As promised in yesterday’s affordability post, here’s an updated look at the “affordable home” price chart.
In this graph I flip the variables in the affordability index calculation around to other sides of the equation to calculate what price home the a family earning the median household income could afford to buy at today’s mortgage rates if they put 20% down and spent 30% of their monthly income.
The “affordable” home price has made some strong gains recently thanks to the combination of increasing incomes and decreasing mortgage interest rates. The “affordable” home price in King County hit an all-time high of $496,051 in April, with a monthly payment of $1,820.
If interest rates were at a more reasonable level of 6 percent (which is still quite low by historical standards), the “affordable” home price would be just $379,423—about $120,000 lower than it is today.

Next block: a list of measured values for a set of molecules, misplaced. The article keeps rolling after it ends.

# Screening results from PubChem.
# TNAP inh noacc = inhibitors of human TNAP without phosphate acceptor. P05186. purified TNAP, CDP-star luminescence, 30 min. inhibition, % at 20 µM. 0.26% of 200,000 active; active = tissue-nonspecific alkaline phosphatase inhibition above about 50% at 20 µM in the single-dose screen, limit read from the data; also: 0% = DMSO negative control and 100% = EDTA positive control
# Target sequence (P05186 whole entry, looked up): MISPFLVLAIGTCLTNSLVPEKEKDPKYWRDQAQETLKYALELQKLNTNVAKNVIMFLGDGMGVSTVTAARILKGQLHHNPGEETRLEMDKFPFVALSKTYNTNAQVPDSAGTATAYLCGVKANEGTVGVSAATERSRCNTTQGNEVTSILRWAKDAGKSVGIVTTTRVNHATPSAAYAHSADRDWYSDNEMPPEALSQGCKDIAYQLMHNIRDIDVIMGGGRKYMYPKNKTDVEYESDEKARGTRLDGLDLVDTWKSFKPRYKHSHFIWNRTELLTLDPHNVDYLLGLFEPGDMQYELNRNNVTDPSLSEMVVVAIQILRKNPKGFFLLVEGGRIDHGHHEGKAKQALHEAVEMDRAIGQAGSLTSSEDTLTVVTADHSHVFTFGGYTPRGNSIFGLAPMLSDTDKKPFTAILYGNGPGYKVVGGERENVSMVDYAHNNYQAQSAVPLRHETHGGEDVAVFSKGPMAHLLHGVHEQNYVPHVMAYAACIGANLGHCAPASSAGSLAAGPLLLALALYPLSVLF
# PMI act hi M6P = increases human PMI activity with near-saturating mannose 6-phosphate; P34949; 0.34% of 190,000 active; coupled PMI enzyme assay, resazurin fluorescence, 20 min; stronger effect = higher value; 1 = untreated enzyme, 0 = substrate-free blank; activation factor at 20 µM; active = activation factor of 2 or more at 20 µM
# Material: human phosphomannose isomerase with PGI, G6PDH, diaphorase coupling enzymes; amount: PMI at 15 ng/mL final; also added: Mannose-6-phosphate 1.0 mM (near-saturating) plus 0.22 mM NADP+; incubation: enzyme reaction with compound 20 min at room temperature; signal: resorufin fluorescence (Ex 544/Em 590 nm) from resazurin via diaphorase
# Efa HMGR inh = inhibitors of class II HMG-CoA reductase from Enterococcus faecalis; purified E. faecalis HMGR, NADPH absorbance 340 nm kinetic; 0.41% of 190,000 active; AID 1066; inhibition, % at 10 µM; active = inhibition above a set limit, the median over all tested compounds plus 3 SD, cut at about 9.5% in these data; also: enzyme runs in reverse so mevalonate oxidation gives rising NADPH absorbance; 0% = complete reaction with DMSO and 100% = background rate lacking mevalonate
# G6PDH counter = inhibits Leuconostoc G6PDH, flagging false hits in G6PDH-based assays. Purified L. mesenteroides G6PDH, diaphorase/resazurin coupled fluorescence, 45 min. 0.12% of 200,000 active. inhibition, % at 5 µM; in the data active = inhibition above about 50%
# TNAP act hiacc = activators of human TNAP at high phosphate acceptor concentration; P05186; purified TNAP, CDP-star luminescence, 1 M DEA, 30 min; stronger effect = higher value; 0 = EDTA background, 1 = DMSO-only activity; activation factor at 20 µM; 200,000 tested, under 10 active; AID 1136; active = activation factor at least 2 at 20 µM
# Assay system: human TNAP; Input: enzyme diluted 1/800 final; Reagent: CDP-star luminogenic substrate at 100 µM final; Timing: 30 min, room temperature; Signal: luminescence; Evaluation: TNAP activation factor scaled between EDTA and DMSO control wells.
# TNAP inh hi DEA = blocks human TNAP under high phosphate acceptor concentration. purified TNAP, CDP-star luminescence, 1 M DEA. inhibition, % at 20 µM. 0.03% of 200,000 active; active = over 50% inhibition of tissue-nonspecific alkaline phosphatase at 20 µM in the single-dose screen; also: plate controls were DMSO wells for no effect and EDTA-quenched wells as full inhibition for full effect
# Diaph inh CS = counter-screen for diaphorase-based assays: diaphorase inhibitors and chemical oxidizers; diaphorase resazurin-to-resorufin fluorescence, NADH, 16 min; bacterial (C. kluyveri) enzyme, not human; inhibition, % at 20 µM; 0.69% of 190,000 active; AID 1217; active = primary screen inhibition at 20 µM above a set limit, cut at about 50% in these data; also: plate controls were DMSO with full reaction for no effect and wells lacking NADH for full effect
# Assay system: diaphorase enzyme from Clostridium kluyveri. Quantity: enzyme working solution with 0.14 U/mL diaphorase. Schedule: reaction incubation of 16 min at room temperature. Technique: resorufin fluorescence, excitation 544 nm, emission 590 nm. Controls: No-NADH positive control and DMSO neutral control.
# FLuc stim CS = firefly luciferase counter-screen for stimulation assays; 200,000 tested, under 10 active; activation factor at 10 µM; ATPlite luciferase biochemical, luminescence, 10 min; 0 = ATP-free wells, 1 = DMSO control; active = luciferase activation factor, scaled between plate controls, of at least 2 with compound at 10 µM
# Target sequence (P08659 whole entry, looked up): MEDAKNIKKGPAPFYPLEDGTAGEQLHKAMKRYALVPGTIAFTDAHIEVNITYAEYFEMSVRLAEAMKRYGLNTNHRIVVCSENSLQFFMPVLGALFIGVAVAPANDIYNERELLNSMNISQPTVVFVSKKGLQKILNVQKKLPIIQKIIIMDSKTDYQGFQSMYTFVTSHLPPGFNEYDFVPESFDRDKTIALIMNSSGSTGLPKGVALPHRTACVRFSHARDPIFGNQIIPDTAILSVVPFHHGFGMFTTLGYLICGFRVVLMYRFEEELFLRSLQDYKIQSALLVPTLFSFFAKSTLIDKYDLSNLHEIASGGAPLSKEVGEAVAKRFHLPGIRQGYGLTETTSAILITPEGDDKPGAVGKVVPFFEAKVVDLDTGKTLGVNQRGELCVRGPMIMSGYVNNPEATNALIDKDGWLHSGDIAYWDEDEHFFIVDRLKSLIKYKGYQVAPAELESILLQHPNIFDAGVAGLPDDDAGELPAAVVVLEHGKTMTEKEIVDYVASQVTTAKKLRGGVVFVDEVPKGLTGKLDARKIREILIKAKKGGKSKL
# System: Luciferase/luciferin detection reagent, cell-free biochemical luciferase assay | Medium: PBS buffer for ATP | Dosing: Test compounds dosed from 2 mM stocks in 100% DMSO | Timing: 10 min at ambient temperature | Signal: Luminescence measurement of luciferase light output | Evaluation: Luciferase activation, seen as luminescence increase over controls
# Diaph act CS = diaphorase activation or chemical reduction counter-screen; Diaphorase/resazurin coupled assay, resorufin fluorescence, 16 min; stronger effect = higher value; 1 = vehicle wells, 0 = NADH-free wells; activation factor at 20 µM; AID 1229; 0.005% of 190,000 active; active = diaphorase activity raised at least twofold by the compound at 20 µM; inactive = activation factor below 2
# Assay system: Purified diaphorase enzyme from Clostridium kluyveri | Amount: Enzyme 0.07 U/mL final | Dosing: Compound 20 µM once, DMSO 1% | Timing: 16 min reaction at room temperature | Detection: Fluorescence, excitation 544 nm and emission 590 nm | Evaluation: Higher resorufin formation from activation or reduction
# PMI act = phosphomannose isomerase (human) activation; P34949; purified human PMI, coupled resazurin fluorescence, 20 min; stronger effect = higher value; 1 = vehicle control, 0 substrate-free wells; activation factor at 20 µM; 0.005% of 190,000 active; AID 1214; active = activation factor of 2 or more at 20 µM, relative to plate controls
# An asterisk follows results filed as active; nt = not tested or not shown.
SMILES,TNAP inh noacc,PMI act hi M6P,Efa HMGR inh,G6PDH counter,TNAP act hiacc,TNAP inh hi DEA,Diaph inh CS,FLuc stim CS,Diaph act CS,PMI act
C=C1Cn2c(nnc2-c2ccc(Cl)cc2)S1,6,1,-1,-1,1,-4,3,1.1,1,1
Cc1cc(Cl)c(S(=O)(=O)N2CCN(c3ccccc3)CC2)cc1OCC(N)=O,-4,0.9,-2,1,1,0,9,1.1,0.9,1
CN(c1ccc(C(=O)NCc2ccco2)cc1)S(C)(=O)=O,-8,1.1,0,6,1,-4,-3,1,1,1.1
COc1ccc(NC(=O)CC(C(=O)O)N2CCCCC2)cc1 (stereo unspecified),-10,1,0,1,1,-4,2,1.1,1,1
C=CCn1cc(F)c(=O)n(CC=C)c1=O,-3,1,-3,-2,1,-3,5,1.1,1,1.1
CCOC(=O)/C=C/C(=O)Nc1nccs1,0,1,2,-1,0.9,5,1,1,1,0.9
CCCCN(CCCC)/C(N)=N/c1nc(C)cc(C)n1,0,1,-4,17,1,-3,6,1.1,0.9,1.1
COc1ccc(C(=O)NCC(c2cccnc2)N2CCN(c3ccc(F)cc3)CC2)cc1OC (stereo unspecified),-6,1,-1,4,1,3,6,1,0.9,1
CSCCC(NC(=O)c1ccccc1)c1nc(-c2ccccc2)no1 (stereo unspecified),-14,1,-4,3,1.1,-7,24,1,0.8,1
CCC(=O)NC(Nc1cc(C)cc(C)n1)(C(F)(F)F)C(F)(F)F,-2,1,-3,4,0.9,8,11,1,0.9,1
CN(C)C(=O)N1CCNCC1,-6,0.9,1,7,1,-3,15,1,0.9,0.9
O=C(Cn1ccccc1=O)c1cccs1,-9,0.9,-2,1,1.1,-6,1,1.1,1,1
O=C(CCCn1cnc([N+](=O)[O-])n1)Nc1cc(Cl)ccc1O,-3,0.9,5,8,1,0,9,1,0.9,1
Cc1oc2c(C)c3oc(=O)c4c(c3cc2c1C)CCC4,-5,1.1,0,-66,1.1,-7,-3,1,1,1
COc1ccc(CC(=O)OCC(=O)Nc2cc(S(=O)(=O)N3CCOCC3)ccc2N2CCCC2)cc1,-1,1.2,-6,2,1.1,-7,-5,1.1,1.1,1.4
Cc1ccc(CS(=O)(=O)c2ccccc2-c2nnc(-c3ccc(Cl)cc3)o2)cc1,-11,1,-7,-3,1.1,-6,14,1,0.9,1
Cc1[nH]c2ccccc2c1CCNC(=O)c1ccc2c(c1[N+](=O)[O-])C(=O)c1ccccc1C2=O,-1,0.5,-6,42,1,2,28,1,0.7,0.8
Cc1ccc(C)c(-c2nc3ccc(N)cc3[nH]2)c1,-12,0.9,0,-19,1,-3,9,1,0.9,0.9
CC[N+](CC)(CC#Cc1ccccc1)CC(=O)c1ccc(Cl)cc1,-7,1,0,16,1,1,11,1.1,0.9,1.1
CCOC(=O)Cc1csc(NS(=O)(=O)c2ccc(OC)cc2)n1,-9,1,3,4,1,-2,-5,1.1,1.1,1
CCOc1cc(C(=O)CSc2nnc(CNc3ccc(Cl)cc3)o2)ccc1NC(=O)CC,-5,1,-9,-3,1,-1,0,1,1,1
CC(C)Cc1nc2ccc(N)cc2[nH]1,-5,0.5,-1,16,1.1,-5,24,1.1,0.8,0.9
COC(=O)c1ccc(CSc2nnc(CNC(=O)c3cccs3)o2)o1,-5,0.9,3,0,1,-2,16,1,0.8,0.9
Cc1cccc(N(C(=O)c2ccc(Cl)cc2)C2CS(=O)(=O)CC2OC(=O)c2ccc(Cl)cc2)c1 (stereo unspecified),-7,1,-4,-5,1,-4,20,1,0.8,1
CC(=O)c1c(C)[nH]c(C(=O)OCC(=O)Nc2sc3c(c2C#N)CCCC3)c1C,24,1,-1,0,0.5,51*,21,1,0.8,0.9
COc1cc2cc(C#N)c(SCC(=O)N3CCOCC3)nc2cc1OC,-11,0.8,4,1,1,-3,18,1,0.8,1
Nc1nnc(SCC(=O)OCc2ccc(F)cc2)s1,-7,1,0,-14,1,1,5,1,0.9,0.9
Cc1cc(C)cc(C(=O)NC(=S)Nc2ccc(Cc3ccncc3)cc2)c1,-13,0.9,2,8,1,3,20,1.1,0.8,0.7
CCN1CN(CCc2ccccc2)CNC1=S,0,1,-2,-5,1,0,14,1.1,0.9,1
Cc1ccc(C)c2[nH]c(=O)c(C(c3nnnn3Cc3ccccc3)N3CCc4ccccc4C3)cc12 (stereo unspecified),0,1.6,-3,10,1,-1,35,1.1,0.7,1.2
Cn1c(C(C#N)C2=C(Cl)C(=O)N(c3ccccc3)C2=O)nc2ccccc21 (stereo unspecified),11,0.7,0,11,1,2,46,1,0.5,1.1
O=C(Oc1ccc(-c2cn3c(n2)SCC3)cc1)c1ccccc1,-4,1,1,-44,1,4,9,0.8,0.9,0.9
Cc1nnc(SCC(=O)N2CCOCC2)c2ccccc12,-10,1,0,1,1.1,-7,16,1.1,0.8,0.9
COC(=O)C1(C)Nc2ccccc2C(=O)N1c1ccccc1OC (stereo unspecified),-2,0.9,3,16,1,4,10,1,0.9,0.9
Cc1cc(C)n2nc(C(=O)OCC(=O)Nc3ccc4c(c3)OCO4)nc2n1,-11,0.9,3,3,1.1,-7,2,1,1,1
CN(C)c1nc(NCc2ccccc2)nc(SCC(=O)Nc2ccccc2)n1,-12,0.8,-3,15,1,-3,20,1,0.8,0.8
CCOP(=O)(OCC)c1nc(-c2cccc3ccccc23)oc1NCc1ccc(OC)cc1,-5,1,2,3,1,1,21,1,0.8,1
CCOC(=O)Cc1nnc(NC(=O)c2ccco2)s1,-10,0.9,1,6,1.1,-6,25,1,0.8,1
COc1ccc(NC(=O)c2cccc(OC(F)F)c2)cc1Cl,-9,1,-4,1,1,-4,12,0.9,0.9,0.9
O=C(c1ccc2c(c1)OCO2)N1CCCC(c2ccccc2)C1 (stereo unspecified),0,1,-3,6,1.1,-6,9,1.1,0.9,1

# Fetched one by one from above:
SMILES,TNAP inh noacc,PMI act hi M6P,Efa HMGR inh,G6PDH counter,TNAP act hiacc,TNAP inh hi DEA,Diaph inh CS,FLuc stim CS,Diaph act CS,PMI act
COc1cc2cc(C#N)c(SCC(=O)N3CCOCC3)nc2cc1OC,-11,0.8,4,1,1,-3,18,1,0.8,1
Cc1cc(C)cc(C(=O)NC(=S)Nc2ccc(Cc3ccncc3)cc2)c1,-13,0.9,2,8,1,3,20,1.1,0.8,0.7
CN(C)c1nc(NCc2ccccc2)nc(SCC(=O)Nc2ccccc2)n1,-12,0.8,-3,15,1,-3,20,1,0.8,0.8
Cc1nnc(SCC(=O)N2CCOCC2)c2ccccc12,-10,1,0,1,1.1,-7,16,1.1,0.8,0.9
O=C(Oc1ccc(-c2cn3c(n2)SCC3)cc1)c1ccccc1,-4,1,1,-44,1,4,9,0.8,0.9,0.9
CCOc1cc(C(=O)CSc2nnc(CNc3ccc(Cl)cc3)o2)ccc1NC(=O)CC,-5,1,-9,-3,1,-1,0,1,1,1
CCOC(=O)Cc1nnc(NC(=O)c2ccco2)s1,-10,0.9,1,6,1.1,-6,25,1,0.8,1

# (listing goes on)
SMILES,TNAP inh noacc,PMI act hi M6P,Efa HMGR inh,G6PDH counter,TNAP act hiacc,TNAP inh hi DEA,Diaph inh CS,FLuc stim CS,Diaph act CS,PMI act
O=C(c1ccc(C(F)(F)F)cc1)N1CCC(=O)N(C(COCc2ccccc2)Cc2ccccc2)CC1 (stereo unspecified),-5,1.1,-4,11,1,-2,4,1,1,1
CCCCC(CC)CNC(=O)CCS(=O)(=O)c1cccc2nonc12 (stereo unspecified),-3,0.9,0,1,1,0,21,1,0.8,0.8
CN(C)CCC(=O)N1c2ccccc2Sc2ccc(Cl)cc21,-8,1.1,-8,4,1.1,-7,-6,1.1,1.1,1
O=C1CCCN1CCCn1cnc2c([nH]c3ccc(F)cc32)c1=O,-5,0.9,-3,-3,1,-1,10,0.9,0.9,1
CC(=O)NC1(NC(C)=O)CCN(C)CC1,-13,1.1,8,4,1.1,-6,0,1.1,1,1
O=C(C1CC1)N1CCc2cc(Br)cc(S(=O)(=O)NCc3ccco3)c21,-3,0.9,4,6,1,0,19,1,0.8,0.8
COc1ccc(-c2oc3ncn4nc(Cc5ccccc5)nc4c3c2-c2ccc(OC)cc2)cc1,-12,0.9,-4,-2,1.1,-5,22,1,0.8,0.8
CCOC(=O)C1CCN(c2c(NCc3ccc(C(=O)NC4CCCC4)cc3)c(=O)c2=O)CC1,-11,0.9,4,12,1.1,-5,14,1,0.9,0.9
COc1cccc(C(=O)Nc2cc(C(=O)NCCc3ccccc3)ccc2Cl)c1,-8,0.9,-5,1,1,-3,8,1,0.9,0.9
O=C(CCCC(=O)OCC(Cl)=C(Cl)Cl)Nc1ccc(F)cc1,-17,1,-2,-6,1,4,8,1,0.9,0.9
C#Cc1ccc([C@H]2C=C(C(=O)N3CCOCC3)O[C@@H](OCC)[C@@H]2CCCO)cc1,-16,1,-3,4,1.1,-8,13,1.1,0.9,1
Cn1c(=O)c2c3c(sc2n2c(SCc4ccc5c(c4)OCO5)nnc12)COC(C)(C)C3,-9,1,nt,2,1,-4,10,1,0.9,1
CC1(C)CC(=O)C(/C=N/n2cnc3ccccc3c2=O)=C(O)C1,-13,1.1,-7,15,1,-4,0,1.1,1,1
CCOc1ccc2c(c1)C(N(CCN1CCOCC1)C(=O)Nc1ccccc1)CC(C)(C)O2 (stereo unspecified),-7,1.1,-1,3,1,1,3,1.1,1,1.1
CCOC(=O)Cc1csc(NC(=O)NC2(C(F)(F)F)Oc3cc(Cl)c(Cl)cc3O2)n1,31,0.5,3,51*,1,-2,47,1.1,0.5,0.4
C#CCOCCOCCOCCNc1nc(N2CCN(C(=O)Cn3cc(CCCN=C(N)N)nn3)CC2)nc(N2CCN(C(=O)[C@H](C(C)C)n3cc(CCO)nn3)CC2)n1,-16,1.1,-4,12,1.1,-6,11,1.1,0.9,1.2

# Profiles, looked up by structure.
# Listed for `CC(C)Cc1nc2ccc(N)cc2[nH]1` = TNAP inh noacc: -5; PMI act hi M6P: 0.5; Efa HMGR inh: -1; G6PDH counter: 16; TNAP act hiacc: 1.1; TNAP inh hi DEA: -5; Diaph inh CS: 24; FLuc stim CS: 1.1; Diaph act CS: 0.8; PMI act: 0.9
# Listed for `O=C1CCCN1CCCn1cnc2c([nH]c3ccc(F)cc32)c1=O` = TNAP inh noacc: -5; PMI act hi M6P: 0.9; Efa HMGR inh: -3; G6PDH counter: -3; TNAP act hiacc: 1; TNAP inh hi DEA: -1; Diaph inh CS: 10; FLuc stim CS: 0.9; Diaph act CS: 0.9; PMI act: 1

Here’s the alternate view on this data, where I flip the numbers around to calculate the household income required to make the median-priced home affordable at today’s mortgage rates, and compare that to actual median household incomes.
As of April, a household would need to earn $70,439 a year to be able to “afford” the median-priced $480,000 home in King County. This is up from the low of $46,450 in February 2012, but still down slightly from the 2014 high point of $72,625 set in July. Meanwhile, the actual median household income is around $73,000.
If interest rates were 6% (around the pre-bust level), the income necessary to buy a median-priced home would be $92,091—27 percent above the current median income.
In other words (and I realize I sound like a broken record on this), ridiculously low rates are basically the only thing allowing home prices to be as ridiculously high as they are today.